Appeals court upholds inmate assault conviction
In a decision released Nov. 16, a Wisconsin appeals court upheld the conviction of a man accused of raping another inmate in the St. Croix County Jail six years ago.
"This is a classic case of zero plus zero equals zero," concluded the District III Court of Appeals in denying Ronald H. Wagner's request that his conviction be reversed.
The court ruled that none of Wagner's arguments have substance and adding them together still equals nothing.
In January 2005, a jury found Wagner, now 45, guilty of second-degree sexual assault/sex organ injury.
He was sentenced to 12 years in prison followed by 10 years of extended supervision. Online court records indicate Wagner is now an inmate at Columbia Correctional institution in Portage.
The St. Croix County sentence was to be served consecutive to sentences for convictions in Outagamie, Waukesha, Ozaukee and Milwaukee counties. Those convictions involve burglary and forgery charges.
According to background in the appeals court decision, Wagner assaulted a 20-year-old male inmate in the jail after other prisoners left the cell block to attend church services.
The alleged victim said when he went into the bathroom at about 7:30 p.m. Aug. 8, 2004 Wagner fondled him and then assaulted him. The victim used an intercom system to call guards and also phoned his girlfriend and told her he had been sexually assaulted. The victim was examined three days later by a sexual assault nurse who testified in court that she found an injury consistent with a days-old assault.
The jury found Wagner guilty of second-degree sexual assault, and Judge Edward Vlack handed down the 22-year sentence.
In July 2005 Wagner, acting as his own attorney, asked Judge Vlack to either dismiss the case or order a new trial.
Wagner claimed his trial attorneys were ineffective, prosecutors hadn't preserved evidence that would have exonerated him, false or perjured testimony had been presented and there was newly discovered evidence.
After a new attorney was appointed for Wagner, his motions were denied. He appealed, withdrew the appeal and went back to county court where his motions were again denied. He then appealed that judgment.
In his appeal, Wagner claims the state failed to collect evidence of sexual assault until three days had passed and destroyed recordings of phone calls. But, said the three-judge appeals panel, he didn't adequately explain why this evidence would have helped him.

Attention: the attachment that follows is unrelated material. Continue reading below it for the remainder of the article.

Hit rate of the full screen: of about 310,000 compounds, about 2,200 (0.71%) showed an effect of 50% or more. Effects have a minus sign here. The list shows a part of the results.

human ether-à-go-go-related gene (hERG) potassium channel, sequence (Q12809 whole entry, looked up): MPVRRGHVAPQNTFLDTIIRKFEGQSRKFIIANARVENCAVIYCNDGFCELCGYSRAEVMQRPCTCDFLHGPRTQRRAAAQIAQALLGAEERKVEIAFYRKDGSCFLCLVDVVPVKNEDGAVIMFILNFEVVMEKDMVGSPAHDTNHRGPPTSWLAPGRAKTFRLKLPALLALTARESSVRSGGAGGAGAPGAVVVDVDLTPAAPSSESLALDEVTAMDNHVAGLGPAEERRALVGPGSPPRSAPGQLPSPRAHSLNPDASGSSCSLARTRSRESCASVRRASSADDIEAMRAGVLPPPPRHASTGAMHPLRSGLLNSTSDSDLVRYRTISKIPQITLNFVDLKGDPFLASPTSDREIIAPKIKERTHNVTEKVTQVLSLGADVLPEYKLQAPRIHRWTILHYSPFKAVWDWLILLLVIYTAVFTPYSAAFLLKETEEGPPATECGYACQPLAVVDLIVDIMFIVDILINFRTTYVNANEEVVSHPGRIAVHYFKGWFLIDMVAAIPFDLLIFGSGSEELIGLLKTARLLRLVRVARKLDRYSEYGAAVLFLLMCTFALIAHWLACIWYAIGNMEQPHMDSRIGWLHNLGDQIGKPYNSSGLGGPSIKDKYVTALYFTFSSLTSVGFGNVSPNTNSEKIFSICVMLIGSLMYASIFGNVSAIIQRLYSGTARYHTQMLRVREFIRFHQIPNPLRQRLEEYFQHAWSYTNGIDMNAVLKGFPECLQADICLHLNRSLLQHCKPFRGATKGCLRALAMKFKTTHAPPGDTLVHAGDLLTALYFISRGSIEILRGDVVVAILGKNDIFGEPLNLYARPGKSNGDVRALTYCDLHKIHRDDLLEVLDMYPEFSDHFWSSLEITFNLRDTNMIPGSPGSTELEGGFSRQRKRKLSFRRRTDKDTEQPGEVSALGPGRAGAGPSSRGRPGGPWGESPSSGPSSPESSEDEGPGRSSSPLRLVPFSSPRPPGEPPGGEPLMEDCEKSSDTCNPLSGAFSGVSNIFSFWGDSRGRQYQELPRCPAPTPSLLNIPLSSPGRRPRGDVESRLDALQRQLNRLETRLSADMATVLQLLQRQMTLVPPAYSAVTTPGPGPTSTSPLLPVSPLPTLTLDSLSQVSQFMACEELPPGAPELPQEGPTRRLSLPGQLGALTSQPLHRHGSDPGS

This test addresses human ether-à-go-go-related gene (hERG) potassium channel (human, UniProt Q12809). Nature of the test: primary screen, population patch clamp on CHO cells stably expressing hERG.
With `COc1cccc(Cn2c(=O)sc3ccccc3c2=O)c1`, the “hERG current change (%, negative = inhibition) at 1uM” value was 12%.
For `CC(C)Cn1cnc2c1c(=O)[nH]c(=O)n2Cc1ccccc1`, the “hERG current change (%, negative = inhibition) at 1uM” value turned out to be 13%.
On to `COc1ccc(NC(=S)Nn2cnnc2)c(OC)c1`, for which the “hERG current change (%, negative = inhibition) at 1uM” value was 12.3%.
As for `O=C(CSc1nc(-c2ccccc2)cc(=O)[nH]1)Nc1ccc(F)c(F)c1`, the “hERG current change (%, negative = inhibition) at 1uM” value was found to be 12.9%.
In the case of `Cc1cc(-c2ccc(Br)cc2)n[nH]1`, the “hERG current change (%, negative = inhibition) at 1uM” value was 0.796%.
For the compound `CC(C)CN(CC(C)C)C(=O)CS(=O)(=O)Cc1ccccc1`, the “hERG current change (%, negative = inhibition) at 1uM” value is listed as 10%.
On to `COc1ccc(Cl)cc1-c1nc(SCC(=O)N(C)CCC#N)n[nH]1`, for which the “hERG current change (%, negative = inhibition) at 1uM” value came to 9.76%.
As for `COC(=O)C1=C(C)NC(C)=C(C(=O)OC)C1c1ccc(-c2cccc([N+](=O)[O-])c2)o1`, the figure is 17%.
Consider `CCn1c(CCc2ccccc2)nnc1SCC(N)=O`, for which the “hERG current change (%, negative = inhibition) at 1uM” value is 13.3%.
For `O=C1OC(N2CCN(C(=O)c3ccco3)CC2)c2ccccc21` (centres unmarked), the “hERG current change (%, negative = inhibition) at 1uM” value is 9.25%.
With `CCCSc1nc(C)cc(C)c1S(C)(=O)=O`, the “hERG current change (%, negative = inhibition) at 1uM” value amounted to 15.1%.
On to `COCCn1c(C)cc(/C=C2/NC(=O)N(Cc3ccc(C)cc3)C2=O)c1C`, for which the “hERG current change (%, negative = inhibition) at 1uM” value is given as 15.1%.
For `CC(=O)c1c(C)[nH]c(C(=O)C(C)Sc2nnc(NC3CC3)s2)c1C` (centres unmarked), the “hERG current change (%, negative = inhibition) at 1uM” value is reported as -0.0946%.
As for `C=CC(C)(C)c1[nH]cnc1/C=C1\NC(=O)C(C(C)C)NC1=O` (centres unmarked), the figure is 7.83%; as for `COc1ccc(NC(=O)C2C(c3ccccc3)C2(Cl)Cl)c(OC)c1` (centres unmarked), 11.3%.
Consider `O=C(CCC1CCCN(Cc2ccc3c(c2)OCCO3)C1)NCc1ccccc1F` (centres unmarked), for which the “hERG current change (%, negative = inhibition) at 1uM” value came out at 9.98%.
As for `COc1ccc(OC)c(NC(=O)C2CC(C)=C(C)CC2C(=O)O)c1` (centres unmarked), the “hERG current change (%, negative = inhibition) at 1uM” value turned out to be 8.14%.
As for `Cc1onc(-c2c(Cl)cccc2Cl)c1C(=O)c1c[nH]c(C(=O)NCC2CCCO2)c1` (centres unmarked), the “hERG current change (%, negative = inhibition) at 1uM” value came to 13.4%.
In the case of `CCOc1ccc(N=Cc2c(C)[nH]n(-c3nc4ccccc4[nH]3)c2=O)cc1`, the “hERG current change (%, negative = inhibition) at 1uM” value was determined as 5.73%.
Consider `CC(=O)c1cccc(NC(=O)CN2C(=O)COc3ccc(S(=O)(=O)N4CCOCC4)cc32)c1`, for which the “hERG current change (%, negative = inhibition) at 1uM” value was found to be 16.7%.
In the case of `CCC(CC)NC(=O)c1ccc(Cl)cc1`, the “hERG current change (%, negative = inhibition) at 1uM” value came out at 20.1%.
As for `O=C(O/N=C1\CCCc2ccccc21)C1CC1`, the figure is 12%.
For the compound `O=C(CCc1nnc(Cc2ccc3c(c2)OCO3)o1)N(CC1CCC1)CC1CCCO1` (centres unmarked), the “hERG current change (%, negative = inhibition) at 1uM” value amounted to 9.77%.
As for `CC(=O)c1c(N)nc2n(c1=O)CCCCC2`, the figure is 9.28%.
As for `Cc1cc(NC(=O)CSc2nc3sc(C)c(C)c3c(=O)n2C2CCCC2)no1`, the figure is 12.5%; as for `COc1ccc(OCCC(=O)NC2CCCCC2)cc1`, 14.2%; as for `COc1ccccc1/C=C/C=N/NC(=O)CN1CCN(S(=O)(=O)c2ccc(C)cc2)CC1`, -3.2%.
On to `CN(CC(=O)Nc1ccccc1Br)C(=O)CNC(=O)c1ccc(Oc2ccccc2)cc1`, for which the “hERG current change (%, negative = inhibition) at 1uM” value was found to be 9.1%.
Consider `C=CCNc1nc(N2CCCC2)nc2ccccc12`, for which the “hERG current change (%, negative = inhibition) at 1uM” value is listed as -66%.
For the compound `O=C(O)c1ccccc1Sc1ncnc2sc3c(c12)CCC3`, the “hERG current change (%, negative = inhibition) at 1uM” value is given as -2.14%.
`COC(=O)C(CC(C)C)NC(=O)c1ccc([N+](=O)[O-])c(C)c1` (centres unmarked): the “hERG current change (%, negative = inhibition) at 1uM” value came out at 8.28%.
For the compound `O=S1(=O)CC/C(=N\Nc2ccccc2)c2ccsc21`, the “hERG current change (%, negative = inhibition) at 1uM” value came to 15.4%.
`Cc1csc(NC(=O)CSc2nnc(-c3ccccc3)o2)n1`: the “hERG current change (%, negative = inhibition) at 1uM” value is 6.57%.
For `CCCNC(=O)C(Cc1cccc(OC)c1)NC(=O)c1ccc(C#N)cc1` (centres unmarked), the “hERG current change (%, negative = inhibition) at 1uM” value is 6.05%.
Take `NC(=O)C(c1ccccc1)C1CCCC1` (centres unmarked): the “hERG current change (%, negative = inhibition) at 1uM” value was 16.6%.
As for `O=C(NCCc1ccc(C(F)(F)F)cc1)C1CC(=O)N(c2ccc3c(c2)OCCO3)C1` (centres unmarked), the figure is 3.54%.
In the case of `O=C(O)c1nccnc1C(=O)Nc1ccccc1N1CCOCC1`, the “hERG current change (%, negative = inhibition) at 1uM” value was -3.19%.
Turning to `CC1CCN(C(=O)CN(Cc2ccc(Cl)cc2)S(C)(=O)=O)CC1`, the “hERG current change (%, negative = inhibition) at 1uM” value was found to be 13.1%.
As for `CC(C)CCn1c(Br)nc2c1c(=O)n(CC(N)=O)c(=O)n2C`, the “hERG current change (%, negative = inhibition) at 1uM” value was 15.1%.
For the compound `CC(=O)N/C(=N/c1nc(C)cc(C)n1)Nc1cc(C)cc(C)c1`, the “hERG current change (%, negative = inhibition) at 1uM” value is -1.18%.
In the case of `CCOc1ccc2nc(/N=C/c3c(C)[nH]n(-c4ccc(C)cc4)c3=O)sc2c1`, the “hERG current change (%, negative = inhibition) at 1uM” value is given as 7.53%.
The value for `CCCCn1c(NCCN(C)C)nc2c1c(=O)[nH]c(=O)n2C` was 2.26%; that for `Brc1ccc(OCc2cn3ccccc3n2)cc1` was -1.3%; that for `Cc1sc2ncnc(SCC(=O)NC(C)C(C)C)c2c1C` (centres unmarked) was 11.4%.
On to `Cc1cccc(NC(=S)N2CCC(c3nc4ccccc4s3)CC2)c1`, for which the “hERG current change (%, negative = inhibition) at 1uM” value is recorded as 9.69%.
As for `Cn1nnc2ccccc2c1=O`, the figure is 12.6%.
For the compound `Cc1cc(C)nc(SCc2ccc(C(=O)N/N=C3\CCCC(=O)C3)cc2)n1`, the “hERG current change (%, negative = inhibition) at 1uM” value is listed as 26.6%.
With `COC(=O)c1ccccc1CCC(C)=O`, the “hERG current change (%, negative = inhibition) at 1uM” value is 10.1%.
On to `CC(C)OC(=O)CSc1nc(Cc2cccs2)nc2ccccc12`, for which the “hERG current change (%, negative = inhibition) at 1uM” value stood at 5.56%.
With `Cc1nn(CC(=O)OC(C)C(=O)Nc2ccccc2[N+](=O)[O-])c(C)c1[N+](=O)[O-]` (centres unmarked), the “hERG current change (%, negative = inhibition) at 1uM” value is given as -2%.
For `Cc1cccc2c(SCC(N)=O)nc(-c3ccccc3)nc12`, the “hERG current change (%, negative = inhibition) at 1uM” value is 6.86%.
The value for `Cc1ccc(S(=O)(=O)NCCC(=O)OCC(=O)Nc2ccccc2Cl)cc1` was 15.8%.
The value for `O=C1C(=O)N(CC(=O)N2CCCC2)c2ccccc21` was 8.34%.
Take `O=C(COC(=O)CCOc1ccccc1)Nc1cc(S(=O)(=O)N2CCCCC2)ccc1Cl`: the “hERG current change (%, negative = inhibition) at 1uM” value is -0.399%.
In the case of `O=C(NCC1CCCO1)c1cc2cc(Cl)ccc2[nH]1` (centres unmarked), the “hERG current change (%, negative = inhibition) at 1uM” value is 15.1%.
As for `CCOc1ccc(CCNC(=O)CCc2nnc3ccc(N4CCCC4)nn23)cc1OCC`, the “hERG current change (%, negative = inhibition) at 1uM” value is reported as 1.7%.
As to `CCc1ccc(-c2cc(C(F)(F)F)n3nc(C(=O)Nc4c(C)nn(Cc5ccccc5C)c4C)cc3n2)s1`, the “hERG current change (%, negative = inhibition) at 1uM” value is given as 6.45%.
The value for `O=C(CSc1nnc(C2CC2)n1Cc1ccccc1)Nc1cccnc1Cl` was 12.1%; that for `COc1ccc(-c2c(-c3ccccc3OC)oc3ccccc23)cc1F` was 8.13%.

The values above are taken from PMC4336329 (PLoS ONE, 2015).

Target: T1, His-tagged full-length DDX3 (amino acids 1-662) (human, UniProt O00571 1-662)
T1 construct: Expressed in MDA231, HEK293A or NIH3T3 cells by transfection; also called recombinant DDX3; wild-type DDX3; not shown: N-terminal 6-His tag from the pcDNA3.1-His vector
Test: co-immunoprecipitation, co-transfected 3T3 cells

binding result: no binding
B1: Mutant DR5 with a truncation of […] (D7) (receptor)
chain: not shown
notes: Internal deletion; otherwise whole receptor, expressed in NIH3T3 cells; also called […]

"Wagner has not shown that the evidence would have had any bearing on the outcome of the trial," says the appeals court decision. "We agree with (Judge Vlack) that 'Wagner speculates only what the evidence might have shown; a far cry from exculpatory.'"
Also, says the decision, Wagner hasn't shown that the state acted in bad faith by failing to preserve recordings of phone calls made from the jail. Those recordings were lost when the jail switched phone-service providers in October 2006.
Sheriff Dennis Hillstead testified that it was his decision to change the jail's phone service and he hadn't known the change would result in losing recordings.
Wagner argued that all three of the attorneys who represented him during parts of the initial proceedings were ineffective. But the appeals court found he failed to show how the lawyers' actions or decisions prevented him from getting a fair trial.
Wagner claimed attorney Ronald Sonderhouse was ineffective by failing to call inmates who would have testified that the alleged victim made up the sexual assault allegations.
The appeals court noted that Sonderhouse did call one inmate who testified the man fabricated the allegations. At a subsequent hearing, the attorney testified he didn't call others because he didn't think their testimony was needed and because he was concerned that jurors wouldn't believe them.
"Sonderhouse's decision not to call these additional inmates as witnesses was a valid strategic choice and did not constitute deficient performance," said the appeals court.